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When I tell friends that I'm building a side-project, they all give me a certain flavor of bad advice. I'm confident enough to ignore them but not convincing enough to persuade them that I'm correct. This is fine while I'm working alone, but I should figure it out eventually. I'm going to try this framework:

1) Verbally state their worldview (to convey that I appreciate their perspective). 2) Give them my delta -- how do I think the world is changing, specifically? 3) Given this specific delta, state my enlightened worldview, and then segue into my strategy.

You see, my [side-project]({{< ref "/pooldash" >) is for a small niche of humans. It's for maybe 5% of swimming pool owners, in addition to some pool service workers who are specifically seeking this tech.

When people hear this, they immediately start telling me how to pursue the other 95% of the pool market. When I explain that I'll pursue the rest of the market eventually but will focus on my pool-nerd market for the next couple of years, they don't even hear it, and instead point out other ways that the product is tailored incorrectly for "average" pool owners. We then get into a silly conversation where I make points about growing a solid foundation, and they talk about how most consumers want a simple product.

I've had some luck when I phrase things in terms of the Innovator's Dilemma (moving slowly upmarket) or Crossing the Chasm (start w/ early-adopters). I've had worse luck when I try to explicitly disavow the vaporware, fake-it-till-you-make-it, hustle-porn culture of many startups. However, I recently read a very good essay by Adam Wiggins: how we pay for software. In reading this, I realized something important: I've taken the "prosumer" emergence for granted, but he's writing entire essays just to convince people it's happening.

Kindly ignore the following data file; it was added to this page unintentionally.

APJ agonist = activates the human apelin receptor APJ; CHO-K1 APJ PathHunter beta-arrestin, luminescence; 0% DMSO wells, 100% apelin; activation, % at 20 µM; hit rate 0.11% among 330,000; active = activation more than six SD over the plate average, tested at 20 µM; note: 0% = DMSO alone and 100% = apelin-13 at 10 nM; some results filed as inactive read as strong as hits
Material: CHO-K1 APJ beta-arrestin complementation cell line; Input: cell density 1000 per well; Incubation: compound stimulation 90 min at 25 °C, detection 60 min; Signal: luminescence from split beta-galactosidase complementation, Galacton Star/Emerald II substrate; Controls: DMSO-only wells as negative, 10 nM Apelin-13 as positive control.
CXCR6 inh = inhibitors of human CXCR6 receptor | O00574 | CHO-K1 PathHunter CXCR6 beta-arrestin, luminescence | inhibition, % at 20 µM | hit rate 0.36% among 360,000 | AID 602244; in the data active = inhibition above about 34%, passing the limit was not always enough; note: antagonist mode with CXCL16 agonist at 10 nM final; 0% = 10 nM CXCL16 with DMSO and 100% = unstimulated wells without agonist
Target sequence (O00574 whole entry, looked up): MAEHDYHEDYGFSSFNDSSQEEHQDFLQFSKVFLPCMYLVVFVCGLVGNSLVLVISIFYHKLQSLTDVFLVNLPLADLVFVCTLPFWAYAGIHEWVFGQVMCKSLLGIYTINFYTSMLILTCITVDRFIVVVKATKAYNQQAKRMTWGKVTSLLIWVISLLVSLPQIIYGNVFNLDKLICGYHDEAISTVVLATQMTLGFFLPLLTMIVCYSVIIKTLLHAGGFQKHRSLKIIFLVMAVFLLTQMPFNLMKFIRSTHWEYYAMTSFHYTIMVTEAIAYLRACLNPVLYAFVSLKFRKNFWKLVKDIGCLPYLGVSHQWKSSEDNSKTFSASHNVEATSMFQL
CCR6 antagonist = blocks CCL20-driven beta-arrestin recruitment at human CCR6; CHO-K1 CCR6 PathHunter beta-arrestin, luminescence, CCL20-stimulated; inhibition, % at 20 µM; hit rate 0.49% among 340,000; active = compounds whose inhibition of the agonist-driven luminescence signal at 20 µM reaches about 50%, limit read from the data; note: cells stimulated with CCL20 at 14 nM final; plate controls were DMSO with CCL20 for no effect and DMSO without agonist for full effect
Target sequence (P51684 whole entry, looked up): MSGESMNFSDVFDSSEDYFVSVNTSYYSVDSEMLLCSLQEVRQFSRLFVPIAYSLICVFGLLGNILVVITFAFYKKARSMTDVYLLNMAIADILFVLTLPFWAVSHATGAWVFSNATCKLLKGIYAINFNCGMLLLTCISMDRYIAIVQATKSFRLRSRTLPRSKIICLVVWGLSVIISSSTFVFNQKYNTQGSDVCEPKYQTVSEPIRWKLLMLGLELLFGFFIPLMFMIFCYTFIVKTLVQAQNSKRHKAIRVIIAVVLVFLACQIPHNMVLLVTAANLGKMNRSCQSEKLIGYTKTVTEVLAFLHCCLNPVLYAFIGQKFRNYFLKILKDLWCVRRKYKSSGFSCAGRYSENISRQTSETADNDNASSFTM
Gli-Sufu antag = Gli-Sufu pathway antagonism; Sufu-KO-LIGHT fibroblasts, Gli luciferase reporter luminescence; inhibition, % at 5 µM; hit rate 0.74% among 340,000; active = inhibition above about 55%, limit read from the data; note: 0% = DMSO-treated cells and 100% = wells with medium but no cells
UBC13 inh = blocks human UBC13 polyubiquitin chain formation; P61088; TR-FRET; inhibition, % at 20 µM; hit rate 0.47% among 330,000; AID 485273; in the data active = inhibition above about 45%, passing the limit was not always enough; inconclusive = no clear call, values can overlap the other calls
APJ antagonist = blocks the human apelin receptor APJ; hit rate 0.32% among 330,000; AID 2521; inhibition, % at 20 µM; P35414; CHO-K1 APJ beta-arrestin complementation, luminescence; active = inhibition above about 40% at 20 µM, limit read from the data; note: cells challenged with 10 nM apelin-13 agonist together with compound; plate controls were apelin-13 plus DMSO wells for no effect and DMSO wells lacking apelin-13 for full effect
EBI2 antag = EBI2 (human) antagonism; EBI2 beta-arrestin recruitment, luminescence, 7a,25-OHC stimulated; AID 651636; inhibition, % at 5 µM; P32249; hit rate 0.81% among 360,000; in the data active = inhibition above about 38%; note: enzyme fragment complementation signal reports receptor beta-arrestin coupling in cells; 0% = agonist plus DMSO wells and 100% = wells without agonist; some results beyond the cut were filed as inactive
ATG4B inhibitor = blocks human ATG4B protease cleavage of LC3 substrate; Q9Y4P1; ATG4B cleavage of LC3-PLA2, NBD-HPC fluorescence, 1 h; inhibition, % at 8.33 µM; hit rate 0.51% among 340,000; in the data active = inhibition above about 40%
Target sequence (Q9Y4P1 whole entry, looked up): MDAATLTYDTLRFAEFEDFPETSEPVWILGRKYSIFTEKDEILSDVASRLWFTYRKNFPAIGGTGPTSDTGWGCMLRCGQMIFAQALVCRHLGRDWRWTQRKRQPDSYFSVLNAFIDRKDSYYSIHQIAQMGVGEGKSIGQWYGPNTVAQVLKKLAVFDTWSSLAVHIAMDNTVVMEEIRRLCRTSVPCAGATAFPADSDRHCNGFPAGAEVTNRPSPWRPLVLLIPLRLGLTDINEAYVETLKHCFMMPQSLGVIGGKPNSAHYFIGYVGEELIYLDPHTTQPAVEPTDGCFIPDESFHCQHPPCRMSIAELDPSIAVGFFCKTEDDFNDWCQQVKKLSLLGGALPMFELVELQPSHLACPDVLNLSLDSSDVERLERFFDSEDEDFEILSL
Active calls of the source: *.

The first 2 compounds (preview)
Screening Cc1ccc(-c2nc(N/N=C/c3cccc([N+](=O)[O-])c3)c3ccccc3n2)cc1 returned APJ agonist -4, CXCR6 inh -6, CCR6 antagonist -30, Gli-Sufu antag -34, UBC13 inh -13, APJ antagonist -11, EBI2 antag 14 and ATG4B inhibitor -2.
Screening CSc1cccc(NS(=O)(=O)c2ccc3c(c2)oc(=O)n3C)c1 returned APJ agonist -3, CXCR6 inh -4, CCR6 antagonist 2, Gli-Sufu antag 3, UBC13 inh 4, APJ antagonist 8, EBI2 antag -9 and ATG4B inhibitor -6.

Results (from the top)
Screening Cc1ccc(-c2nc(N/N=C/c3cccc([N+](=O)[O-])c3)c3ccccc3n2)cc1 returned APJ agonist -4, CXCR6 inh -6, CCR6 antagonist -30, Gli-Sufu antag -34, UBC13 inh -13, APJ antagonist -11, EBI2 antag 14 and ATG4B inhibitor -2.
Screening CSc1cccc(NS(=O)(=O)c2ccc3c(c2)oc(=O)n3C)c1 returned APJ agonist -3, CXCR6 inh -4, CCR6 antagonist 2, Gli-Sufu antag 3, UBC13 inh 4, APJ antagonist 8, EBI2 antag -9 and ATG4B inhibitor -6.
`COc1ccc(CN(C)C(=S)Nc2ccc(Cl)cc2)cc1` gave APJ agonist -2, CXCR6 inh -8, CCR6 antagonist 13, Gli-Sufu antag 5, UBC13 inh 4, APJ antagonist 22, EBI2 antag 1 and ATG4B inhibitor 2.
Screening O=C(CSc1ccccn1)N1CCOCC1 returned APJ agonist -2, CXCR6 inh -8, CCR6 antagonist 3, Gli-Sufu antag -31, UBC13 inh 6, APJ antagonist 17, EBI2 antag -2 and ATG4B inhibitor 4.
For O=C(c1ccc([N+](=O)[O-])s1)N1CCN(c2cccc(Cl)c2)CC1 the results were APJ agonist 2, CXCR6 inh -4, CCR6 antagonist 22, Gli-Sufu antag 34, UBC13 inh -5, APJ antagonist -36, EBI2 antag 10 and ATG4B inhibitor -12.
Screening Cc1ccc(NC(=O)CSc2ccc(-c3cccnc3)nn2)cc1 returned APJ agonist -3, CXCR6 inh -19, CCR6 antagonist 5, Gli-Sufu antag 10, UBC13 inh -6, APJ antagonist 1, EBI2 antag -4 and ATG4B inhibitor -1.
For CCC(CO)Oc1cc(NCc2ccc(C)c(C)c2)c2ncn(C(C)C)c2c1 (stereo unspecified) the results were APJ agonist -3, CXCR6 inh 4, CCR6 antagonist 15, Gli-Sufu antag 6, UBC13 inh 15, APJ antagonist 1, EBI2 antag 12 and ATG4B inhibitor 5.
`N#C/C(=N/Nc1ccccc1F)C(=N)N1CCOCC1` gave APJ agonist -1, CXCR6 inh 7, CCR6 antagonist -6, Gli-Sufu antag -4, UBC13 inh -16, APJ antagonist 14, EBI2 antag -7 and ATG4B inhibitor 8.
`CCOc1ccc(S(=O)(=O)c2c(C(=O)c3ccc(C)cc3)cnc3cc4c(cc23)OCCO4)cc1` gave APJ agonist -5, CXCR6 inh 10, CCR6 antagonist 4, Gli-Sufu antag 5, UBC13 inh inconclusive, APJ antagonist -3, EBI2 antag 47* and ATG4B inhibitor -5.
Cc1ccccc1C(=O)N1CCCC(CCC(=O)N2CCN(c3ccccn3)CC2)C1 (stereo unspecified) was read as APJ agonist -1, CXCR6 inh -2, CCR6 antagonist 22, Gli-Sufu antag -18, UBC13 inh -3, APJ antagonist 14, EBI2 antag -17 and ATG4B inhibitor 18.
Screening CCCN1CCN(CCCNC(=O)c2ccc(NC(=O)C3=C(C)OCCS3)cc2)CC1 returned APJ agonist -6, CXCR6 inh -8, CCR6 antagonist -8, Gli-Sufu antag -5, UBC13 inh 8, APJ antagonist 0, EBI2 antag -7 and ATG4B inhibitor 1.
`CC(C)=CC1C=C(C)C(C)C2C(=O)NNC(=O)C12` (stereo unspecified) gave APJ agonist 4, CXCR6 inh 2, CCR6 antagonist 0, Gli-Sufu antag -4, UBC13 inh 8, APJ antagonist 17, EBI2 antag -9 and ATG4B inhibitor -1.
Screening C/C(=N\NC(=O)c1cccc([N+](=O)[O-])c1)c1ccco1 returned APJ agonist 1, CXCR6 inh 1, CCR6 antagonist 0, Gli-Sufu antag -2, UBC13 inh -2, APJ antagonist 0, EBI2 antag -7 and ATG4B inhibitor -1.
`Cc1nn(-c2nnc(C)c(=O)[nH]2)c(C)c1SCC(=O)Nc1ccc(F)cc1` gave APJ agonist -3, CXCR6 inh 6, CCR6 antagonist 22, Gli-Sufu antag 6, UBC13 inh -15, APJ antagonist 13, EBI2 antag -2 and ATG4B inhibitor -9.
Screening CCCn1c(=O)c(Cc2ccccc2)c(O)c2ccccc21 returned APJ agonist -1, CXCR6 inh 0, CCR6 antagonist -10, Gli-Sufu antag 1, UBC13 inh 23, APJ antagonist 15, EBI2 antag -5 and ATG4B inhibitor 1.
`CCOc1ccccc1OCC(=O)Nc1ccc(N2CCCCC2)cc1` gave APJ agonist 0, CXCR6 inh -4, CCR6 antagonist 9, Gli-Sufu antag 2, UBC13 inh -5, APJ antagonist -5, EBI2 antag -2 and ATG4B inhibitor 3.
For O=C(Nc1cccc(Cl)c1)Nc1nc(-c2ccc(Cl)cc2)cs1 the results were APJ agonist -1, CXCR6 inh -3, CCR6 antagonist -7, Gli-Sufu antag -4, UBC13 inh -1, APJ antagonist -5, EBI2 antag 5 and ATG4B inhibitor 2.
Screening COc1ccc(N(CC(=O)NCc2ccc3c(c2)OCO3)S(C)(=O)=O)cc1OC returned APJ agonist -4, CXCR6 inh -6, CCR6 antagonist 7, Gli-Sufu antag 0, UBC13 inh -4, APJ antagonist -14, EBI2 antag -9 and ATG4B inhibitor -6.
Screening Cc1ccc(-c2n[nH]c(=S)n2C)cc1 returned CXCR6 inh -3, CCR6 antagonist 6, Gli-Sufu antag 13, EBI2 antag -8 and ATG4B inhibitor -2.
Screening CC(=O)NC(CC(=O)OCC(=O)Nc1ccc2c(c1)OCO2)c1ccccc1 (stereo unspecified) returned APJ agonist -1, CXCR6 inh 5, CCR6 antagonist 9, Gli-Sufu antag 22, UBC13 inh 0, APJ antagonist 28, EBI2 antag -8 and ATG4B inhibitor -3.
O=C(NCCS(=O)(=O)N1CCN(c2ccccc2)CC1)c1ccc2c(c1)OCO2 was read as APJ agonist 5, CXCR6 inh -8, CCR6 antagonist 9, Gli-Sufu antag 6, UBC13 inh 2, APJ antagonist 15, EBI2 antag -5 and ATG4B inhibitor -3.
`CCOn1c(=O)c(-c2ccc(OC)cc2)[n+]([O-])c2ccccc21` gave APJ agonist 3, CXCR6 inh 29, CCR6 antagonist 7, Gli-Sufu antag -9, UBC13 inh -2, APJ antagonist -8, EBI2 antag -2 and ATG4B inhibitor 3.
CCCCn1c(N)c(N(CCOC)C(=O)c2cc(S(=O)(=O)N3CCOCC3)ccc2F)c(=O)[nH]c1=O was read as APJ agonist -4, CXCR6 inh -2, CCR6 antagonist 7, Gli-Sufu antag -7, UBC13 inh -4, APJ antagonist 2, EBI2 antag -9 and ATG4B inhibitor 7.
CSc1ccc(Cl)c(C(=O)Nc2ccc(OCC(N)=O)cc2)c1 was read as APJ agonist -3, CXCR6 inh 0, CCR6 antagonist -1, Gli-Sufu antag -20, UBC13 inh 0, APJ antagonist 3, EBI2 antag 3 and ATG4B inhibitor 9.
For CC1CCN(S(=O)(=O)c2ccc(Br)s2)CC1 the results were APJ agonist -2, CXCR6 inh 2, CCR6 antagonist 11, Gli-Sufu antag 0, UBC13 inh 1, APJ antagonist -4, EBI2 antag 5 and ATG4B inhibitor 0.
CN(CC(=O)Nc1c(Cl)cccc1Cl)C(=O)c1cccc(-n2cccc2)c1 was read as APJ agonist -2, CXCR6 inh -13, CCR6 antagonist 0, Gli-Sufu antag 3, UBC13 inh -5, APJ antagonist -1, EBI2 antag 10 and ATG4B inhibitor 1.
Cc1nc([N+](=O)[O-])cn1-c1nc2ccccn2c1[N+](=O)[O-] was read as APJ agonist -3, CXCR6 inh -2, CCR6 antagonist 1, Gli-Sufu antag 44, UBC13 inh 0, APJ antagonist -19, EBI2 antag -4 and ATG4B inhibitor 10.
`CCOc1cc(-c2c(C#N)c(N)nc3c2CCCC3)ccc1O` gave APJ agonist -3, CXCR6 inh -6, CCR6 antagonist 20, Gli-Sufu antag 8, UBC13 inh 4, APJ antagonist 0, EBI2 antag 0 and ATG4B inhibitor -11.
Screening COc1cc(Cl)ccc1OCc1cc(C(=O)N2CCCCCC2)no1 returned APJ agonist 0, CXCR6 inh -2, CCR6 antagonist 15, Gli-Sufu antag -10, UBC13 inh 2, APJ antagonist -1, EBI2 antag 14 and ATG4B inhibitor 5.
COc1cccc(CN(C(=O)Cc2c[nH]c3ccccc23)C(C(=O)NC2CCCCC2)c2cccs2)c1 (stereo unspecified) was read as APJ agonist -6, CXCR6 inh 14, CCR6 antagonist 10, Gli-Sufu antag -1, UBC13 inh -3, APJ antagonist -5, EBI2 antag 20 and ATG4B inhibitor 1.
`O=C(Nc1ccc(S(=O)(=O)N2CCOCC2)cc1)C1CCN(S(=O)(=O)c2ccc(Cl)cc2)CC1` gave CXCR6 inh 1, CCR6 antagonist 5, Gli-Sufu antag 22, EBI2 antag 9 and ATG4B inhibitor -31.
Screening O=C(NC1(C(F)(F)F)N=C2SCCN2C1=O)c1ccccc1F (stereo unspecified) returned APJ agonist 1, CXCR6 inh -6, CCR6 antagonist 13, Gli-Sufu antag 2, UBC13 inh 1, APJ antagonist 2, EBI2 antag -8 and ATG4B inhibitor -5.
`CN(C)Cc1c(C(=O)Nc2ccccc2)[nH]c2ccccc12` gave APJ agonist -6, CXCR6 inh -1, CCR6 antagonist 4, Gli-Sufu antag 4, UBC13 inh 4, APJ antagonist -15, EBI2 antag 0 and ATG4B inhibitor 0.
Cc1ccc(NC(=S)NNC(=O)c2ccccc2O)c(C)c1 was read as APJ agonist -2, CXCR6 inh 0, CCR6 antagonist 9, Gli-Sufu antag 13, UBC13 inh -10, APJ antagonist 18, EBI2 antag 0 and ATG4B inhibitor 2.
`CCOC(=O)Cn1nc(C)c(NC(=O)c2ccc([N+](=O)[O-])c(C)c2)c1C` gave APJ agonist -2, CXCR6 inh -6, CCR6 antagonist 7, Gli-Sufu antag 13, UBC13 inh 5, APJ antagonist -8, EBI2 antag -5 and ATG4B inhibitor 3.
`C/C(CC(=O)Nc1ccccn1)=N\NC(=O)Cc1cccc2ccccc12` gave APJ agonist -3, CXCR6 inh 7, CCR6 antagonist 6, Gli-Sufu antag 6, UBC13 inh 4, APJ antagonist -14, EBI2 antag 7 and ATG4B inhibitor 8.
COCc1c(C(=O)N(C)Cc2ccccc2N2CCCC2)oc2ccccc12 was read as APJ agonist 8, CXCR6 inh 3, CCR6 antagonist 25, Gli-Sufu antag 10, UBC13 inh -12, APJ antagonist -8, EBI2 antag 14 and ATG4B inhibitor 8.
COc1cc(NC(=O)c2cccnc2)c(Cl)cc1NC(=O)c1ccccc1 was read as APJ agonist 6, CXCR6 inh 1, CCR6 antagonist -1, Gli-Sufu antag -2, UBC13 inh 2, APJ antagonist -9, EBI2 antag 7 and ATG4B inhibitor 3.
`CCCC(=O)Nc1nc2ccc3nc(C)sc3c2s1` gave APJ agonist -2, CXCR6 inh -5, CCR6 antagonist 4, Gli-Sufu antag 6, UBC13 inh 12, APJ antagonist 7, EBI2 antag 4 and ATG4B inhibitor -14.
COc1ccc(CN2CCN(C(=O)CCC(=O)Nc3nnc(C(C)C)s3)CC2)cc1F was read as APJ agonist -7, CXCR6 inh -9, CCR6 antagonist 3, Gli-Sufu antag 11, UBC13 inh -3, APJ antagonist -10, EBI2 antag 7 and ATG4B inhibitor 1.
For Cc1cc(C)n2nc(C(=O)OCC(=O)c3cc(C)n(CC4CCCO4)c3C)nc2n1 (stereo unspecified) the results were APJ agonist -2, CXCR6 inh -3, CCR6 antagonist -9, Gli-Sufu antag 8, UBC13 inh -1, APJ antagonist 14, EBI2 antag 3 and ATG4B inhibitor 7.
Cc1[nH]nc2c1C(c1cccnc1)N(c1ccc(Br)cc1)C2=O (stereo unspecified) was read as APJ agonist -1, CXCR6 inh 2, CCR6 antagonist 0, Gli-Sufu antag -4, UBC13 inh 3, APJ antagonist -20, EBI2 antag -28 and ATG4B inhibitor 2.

The reason why most of my friends disagree with my tactics is because they assume that every software company should try to build a unicorn startup. I learned years ago about the economics of the prosumer market, and even worked at the same company as the Slopes guy for a bit (Adam mentions him in the essay). I know that most VC-funded tech companies need to grow unsustainably fast, and I'm intentionally pursuing something different.

I want a high chance of making $0.1M, rather than a low chance of making $100M. But, most of my friends aren't used to this line of thinking, so my approach seems silly to them, and they pattern-match it to something familiar: an engineer who doesn't grasp business. But this isn't just a science-project, and I want to get better at explaining my intentions.

I hope to set the stage here (the "why") before I tell them about my specific plan (the "what" or "how"). This lines up with canonical marketing advice, where people tell you to advertise values & feelings rather than features. I'm taking this even further -- before I preach my values to others, they need to hear me vocalize their values. This demonstrates some mutual understanding upfront, which should be a useful anchor or foundation for the discussion.

This won't make me 100% successful, but it should result in more productive disagreements. It will be fun to tailor this framework for each person, guessing their worldview & communicating the smallest "delta" possible. I think that a smaller diff will yield better conversations, and that's all I really want for now.


There is also a wide range of great business advice that friends have given me, and I'm certainly not above it... but I'm generally not there yet, and that's ok. Most people (including me) have careers focused on optimizing something that's already working, which is very different than building something new. I'm less concerned with "leaving money on the table" and more concerned with building a good table that I'll enjoy sitting at for a long time.

Try not to become a man of success but rather try to become a man of value. He is considered successful in our day who gets more out of life than he puts in. But a man of value will give more than he receives.